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Formula 1 Is Opening Up To The Betting Industry

26th March, 20:45

Gambling is one of the fastest growing industries in the world and its relationship with professional sports is well documented. In football, the vast majority of teams in the top two divisions are either sponsored or financially supported in some way by sports betting companies.

Likewise, in F1 there is a long and storied history of commercial relationships between specific events, racers, teams, and gambling companies. The 2020 season however, will be the first in which punters can bet live in-race.

The Interregional Sports Group (ISG) agency will team up with sports data intelligence provider Sportradar to offer comprehensive odds before and during races. In this article we take a look at how this new relationship could change the sport for fans.

There are no shortage of sites for fans of F1 betting with many markets already having been covered by most bookmakers. Run-of-the-mill markets already available to bet on include constructor markets, drivers to be classified, podium finishes, head-to-heads, and group winners.

In effect the betting market already available for F1 is pretty basic and caters mainly for the needs of casual gamblers. The deal between the ISG and Sportradar will flood sports betting sites with much more comprehensive data that will facilitate more in-depth betting markets.

The first big change will obviously be the ability to bet on outcomes during races rather than just before. The result will be fluctuating odds that players can either take advantage of or fall afoul of throughout events.

In addition to this, the additional data supplied to betting companies by Sportradar will open up the possibility of new and diverse betting markets. According to recent reports there will be a minimum of 30 new betting markets available to customers with many more additional, enhanced markets in the pipeline.

Handicaps, specific events such as crashes, or unexpected pit stops all look set to be available to bet on.

In the UK the only way to watch live F1 events is by purchasing a subscription to Sky Sports. If you wait for the right time you can snap up a deal to watch just the F1 channel for as little as £10 per month, otherwise you'll be looking at twice that price in addition to installation costs.

With other sports such as football, bookmakers usually offer customers a live stream of games with in-play betting on offer. Whilst there have been no official announcements about a similar offer with F1, many are predicting that betting sites will be able to offer live streams of events with in-race betting.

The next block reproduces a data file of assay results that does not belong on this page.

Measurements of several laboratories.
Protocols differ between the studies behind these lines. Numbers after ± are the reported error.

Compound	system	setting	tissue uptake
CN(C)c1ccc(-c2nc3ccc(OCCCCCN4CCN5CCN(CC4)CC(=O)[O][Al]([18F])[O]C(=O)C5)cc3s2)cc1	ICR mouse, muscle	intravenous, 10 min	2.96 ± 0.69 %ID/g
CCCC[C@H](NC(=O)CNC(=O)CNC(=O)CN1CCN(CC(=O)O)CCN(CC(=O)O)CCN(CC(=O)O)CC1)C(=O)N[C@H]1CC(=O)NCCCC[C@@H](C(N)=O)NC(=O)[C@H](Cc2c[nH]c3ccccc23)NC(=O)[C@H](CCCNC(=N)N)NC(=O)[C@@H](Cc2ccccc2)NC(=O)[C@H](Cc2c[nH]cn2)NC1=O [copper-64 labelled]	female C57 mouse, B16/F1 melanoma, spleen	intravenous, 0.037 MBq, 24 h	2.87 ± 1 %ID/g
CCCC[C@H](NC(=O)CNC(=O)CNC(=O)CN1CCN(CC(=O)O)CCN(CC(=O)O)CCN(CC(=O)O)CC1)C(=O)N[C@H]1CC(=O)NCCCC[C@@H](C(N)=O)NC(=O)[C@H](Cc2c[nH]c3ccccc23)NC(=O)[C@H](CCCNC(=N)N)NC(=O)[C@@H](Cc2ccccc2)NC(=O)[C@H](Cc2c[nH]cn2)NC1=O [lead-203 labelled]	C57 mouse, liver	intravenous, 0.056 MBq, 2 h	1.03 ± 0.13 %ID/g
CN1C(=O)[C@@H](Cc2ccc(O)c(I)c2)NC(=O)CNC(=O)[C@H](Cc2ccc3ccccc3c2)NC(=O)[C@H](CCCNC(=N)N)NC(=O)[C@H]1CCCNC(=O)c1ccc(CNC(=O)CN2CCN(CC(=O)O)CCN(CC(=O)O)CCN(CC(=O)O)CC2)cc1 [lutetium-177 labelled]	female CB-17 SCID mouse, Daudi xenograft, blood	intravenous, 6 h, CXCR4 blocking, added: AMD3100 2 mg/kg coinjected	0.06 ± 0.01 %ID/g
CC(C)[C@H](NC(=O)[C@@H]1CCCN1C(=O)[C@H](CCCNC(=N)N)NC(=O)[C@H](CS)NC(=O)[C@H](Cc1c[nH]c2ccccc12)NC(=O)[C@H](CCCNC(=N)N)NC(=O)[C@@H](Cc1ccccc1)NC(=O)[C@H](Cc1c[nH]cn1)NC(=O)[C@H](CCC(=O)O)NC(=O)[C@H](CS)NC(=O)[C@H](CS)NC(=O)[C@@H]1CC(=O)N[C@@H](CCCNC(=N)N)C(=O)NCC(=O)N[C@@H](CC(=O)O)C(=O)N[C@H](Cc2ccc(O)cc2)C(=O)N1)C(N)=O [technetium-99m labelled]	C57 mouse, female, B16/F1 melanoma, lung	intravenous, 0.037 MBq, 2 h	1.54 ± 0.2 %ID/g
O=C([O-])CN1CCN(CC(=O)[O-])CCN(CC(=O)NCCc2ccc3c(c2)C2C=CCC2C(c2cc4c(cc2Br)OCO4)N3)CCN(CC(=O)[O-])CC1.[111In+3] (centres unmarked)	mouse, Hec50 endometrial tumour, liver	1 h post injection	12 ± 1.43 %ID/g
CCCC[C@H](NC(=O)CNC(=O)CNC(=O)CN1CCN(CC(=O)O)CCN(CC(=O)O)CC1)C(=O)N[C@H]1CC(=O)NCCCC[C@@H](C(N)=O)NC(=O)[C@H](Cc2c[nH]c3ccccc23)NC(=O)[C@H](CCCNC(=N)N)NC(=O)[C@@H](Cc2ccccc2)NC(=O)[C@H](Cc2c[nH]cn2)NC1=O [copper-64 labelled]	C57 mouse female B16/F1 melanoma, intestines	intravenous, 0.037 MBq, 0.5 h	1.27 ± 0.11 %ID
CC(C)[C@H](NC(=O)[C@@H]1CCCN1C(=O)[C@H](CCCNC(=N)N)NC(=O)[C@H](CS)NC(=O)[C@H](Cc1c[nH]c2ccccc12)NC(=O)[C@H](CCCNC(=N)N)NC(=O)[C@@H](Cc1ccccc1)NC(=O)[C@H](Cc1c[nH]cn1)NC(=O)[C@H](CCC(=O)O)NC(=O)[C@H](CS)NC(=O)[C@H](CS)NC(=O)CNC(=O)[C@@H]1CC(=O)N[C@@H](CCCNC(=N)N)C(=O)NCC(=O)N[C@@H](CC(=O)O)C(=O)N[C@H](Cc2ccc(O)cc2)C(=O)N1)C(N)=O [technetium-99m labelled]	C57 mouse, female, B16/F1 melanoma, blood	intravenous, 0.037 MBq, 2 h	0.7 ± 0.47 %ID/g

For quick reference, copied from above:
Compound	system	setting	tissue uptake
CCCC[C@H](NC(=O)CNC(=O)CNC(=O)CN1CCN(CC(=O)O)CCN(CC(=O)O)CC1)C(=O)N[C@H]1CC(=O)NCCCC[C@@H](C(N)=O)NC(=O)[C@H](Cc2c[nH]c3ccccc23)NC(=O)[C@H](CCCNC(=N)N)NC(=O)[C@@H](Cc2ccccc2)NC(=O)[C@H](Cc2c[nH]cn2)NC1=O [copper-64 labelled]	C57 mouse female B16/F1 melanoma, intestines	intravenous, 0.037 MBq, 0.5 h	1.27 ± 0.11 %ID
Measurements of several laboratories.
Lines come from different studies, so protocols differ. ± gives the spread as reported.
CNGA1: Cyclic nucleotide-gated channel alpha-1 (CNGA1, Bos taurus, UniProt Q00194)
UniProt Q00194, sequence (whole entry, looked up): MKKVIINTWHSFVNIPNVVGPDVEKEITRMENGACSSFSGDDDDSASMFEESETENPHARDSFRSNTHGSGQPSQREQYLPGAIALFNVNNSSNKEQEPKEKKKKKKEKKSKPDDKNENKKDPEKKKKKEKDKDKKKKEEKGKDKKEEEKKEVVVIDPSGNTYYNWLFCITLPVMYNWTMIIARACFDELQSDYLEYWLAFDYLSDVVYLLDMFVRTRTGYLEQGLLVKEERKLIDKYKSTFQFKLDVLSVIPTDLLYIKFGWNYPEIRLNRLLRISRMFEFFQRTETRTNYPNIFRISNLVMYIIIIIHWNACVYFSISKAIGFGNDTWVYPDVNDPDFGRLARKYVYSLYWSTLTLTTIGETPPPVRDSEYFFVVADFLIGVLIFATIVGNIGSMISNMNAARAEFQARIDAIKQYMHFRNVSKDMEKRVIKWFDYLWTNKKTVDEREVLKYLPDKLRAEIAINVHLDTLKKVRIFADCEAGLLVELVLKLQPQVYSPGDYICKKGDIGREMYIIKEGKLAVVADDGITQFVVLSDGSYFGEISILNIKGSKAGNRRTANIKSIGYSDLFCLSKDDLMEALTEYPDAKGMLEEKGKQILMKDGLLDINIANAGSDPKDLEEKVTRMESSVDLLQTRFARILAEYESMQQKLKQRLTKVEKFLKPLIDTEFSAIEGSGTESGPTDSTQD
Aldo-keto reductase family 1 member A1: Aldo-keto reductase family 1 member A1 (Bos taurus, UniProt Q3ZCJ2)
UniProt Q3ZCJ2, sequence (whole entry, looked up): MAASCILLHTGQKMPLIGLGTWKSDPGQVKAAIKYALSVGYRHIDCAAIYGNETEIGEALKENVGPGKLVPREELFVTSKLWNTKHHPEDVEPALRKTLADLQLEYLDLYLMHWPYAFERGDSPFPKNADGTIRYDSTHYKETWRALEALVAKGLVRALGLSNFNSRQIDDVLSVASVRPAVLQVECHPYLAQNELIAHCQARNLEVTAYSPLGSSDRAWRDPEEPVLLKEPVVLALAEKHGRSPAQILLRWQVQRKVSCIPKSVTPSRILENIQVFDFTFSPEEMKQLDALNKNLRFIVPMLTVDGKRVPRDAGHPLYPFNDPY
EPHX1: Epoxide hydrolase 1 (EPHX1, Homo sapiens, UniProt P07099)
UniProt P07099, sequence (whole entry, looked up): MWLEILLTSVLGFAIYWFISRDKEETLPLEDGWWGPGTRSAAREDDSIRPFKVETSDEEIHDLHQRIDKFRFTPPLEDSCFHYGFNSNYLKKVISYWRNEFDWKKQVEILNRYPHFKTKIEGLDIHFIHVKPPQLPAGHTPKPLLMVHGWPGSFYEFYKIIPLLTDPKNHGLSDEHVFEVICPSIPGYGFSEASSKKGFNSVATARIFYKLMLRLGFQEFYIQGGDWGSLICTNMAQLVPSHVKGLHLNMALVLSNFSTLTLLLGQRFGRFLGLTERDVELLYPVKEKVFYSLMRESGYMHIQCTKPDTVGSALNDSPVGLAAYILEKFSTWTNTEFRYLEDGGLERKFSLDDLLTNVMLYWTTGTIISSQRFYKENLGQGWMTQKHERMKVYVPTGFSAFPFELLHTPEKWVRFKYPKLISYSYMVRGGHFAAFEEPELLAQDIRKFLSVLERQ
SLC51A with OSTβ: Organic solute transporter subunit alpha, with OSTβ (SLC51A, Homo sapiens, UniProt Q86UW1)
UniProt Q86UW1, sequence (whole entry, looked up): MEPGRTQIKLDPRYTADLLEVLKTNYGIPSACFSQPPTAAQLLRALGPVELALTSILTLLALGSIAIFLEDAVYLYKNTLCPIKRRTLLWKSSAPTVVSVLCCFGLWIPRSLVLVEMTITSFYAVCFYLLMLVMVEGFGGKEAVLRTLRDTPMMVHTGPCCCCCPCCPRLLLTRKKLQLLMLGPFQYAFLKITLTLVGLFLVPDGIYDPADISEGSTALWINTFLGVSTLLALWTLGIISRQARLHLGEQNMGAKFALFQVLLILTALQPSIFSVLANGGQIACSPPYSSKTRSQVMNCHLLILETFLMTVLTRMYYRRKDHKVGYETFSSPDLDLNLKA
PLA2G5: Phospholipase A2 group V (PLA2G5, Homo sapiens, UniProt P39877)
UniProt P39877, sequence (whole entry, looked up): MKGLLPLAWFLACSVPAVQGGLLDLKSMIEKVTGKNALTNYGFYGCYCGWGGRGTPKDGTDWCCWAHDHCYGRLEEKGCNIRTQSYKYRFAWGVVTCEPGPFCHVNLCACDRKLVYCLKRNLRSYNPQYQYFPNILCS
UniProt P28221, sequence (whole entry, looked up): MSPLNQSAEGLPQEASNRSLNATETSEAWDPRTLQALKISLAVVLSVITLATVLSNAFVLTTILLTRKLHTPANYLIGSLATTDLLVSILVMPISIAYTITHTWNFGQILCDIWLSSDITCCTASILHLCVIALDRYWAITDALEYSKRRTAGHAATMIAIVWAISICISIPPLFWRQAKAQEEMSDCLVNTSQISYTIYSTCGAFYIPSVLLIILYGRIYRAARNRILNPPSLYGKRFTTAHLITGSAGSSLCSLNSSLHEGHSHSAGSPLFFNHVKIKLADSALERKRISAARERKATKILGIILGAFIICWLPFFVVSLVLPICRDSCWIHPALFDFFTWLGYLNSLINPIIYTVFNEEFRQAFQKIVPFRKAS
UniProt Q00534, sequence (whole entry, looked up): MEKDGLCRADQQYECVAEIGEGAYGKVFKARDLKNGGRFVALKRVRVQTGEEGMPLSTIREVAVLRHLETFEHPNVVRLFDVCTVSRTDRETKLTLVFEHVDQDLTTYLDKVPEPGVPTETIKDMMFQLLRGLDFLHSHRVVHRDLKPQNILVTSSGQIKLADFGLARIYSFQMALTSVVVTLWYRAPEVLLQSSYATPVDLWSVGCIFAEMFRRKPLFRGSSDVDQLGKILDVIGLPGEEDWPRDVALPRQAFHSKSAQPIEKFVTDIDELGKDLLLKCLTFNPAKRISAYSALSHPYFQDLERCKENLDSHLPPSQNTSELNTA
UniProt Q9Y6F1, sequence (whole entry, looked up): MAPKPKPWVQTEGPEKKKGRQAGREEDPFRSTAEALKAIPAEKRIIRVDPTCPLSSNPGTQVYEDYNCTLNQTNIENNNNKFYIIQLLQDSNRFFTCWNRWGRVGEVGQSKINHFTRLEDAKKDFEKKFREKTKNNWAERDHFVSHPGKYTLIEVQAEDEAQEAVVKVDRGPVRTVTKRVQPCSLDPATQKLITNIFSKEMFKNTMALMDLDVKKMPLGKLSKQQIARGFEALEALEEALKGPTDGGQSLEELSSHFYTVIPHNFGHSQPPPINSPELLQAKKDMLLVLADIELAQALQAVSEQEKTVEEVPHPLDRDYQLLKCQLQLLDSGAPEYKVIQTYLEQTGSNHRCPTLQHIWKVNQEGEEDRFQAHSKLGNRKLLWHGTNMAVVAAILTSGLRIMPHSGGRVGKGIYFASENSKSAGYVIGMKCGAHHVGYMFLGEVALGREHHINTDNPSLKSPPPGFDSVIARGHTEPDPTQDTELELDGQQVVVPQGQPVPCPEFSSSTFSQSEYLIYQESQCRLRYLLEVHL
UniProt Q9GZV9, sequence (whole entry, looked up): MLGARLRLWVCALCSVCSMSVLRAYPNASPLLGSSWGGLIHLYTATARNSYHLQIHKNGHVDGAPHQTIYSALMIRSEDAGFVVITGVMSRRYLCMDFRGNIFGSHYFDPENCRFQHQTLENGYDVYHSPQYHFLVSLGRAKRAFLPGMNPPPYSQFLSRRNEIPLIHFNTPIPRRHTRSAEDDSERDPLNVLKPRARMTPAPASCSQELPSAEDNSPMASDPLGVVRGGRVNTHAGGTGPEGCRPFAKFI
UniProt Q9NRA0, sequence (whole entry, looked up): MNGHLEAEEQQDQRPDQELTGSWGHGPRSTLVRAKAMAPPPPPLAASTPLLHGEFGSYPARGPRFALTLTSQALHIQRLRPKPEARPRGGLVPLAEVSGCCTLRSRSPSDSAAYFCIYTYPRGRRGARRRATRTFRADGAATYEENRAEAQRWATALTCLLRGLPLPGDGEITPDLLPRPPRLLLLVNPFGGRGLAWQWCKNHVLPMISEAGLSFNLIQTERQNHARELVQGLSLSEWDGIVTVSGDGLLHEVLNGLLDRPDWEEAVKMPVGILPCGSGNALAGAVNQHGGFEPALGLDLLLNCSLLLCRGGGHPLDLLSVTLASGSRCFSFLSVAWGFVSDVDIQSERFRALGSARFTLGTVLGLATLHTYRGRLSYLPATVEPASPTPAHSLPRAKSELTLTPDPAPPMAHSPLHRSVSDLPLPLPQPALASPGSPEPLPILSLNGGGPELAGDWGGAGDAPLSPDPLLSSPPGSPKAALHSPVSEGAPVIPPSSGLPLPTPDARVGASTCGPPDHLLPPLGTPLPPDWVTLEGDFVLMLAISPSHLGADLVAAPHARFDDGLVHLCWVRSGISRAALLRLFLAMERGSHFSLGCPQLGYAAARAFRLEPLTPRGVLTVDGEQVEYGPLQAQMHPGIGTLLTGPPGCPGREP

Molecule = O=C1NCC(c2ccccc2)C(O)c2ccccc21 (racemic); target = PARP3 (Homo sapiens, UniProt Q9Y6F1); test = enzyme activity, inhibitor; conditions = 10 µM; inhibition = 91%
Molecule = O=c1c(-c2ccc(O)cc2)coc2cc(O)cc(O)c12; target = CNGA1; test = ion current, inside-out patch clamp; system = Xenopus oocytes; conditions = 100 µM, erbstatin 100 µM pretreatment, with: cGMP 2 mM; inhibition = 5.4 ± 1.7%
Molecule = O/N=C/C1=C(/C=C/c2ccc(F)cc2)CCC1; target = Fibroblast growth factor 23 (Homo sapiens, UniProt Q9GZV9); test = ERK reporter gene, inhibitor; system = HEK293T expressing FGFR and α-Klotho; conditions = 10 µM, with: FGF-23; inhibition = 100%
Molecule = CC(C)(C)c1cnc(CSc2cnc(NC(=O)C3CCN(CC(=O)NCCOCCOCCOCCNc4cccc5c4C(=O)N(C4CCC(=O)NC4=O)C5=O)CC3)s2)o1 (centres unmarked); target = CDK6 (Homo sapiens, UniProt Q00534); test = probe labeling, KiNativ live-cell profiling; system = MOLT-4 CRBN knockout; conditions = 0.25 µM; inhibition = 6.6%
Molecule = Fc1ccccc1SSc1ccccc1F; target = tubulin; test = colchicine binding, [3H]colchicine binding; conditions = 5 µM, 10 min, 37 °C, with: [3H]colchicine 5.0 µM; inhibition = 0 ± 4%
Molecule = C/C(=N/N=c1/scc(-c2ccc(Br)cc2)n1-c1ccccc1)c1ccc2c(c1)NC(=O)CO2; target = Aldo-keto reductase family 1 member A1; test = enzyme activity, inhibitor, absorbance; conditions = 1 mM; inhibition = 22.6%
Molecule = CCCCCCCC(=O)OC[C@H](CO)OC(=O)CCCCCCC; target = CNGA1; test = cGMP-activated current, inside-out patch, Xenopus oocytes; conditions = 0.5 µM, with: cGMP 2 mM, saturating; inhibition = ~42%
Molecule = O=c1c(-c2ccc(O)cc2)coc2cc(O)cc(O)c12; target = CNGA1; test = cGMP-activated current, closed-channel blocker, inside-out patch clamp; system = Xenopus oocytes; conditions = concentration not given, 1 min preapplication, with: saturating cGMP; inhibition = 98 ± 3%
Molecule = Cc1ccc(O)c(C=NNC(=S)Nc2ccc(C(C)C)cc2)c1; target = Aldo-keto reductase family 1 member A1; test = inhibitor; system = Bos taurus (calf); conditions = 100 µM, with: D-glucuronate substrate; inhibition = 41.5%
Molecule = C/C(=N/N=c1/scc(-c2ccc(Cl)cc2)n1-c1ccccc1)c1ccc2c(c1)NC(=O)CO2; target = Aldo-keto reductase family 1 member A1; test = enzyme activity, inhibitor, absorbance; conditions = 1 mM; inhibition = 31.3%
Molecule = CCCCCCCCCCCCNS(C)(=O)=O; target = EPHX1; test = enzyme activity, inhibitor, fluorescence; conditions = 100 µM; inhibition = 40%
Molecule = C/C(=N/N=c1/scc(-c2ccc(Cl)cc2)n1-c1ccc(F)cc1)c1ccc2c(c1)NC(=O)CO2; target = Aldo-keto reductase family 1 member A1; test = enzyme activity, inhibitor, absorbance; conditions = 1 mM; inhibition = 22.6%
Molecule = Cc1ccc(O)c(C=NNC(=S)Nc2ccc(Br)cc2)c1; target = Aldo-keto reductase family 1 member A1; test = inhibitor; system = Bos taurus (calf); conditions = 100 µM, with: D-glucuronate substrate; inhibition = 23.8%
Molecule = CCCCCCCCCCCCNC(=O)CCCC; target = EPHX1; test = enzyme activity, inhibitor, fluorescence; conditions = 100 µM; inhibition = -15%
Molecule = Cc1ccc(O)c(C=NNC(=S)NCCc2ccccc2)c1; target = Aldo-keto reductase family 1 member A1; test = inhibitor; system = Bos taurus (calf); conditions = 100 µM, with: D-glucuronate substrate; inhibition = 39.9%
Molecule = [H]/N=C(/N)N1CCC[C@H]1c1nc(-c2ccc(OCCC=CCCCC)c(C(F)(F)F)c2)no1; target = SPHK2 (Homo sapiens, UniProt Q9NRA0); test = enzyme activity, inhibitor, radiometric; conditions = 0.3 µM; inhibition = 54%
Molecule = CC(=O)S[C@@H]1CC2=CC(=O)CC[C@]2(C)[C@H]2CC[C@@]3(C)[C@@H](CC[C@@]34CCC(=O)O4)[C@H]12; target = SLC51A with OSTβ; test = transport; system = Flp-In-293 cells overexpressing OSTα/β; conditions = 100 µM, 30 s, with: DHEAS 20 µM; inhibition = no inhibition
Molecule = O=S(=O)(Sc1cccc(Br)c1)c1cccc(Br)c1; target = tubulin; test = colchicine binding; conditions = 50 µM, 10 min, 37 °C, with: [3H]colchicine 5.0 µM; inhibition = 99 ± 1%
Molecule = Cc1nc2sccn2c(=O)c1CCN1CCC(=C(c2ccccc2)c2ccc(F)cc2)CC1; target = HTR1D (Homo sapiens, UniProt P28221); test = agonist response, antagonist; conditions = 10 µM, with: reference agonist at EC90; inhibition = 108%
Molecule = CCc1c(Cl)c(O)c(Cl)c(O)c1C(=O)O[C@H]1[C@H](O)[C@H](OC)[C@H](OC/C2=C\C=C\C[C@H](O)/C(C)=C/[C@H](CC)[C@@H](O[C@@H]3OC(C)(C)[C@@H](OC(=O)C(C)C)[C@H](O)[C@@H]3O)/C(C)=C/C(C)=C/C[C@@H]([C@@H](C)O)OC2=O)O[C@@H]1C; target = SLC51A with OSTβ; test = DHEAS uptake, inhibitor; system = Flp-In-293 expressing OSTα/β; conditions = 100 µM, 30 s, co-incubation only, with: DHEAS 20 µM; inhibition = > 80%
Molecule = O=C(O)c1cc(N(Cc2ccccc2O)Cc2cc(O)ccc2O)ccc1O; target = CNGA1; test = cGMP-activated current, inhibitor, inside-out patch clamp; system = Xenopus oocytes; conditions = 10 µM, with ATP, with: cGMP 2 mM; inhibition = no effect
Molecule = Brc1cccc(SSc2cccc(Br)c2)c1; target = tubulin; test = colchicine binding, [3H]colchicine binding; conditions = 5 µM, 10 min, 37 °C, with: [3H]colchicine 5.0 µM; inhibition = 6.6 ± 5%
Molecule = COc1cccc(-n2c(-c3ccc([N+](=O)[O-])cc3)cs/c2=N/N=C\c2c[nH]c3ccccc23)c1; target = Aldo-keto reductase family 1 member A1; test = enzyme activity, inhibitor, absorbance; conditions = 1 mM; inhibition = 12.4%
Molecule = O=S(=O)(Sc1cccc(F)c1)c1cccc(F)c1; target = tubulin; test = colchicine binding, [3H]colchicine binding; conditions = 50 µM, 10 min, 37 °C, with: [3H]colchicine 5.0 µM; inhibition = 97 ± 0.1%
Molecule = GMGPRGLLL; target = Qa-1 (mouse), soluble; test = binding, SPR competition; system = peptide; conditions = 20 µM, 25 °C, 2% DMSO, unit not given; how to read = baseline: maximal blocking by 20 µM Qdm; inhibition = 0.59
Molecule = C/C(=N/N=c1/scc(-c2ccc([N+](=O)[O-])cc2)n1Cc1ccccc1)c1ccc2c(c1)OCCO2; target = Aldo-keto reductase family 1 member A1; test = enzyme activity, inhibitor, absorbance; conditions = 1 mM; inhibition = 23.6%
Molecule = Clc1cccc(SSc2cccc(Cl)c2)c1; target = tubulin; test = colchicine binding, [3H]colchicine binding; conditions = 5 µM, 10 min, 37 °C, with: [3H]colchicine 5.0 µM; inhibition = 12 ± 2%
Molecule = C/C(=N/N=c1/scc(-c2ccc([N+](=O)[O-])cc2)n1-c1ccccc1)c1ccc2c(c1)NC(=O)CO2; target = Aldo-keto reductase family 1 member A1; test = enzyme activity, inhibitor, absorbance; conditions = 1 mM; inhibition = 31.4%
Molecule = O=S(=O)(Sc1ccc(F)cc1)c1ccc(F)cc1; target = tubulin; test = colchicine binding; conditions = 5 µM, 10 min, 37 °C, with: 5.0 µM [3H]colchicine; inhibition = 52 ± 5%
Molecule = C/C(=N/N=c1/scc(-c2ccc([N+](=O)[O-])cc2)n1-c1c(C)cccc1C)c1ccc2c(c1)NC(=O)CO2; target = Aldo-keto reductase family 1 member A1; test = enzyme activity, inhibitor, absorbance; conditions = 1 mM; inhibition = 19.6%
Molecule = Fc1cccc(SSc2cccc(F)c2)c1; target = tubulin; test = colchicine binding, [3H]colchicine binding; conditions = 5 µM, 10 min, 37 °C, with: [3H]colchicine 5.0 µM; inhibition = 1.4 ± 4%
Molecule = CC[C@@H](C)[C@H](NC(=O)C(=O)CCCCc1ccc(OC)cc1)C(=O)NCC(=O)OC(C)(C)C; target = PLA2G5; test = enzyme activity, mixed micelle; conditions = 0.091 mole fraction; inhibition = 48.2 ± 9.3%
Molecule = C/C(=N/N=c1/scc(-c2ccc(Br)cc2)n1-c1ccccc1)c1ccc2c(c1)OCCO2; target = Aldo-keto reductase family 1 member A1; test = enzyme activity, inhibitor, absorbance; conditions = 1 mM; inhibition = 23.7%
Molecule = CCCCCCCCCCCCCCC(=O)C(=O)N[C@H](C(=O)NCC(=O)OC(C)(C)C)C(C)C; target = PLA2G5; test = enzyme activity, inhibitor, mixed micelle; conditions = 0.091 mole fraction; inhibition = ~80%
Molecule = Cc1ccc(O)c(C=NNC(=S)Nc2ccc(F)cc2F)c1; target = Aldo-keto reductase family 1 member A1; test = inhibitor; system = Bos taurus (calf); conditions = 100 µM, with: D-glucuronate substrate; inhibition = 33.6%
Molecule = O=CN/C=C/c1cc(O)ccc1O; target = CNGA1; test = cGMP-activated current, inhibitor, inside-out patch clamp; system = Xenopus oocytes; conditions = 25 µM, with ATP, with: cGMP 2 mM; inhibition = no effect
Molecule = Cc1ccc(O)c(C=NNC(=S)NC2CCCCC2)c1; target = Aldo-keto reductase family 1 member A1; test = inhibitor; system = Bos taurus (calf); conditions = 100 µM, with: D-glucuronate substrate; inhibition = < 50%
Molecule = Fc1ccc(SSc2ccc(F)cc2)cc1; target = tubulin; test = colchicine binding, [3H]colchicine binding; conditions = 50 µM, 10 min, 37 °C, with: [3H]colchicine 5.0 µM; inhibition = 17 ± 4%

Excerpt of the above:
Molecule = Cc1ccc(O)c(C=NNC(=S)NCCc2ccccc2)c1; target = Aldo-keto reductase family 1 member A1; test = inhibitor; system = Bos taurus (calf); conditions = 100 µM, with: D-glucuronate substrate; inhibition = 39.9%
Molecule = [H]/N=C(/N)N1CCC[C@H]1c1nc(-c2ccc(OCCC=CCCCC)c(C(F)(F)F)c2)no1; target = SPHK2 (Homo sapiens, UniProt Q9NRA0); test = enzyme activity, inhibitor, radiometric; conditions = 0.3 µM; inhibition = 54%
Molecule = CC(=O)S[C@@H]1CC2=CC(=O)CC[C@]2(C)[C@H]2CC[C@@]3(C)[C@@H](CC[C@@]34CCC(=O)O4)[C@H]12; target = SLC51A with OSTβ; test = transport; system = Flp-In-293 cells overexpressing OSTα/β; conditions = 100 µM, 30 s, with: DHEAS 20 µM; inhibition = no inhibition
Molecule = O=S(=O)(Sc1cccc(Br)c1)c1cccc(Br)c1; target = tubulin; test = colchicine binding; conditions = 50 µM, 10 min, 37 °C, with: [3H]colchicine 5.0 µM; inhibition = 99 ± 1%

If you're not a seasoned gambler and don't want to spend mega bucks on F1 betting, you could just place a small bet in order to avail of a live stream. A weekly £1 bet is certainly a lot cheaper than a monthly Sky Sports deal, regardless of what deal you find.

The revenues of F1 have come under increasing scrutiny in recent years with figures flip-flopping year on year. Last year revenues rose despite the loss of the Bahrain GP, which up until then paid the largest hosting fees of the season.

F1 is now seeking to boost revenues through new, lucrative streaming deals, with a partnership with Amazon very much on the cards. Amazon, of course, has relationships with other car-related entertainment like the Grand Tour. However, the recent deal with sports betting sites may reduce the need for the sport to sell its viewing rights to the highest bidder.

The global gambling industry is a formidable beast with multi-billion dollar annual revenues. In other sports such as football, cricket and rugby league, betting companies have invested huge amounts of money into sponsorships and infrastructure. The benefits have been felt across all three sports.

It is likely that F1 will be no different. With the added interest in F1 betting, the sport's revenues should grow at a healthy rate over the coming years.

The increased wealth of the sport should result in greater spending from individual teams, which will hopefully translate into more exciting races and championships. In addition to this, there should be no drastic increases in prices for viewing fans.

Sports betting is often viewed through negative eyes by many sports fans and commentators. However, it is important to note the benefits that the industry has had on a myriad of differing sports.

In football, for example, the sponsorship provided by a series of betting companies has helped to keep a number of second division clubs afloat. Most notably, the sponsorship of a medium-sized betting company allowed Derby County to sign former Manchester United and England international star Wayne Rooney.

For all the negatives, one thing that cannot be argued is that betting companies bring greater investment into the sports that they are involved with. If F1 proves to be popular with British gamblers, large sponsorship deals will follow, which will have a positive impact on the sport.

For us as consumers, the latest deal also means at the very least a temporary postponement in the break-up of F1 rights. Whilst the current price to watch Sky Sports on F1 might be steep, it could be a whole lot steeper if rights were to be split amongst Amazon, Sky, and another broadcaster.

Sports betting will also help to increase the profile of the sport, something which marketing executives have been trying and failing to do for some years now. So whilst a close relationship between F1 and betting may not sound ideal, it does have a lot of positives.

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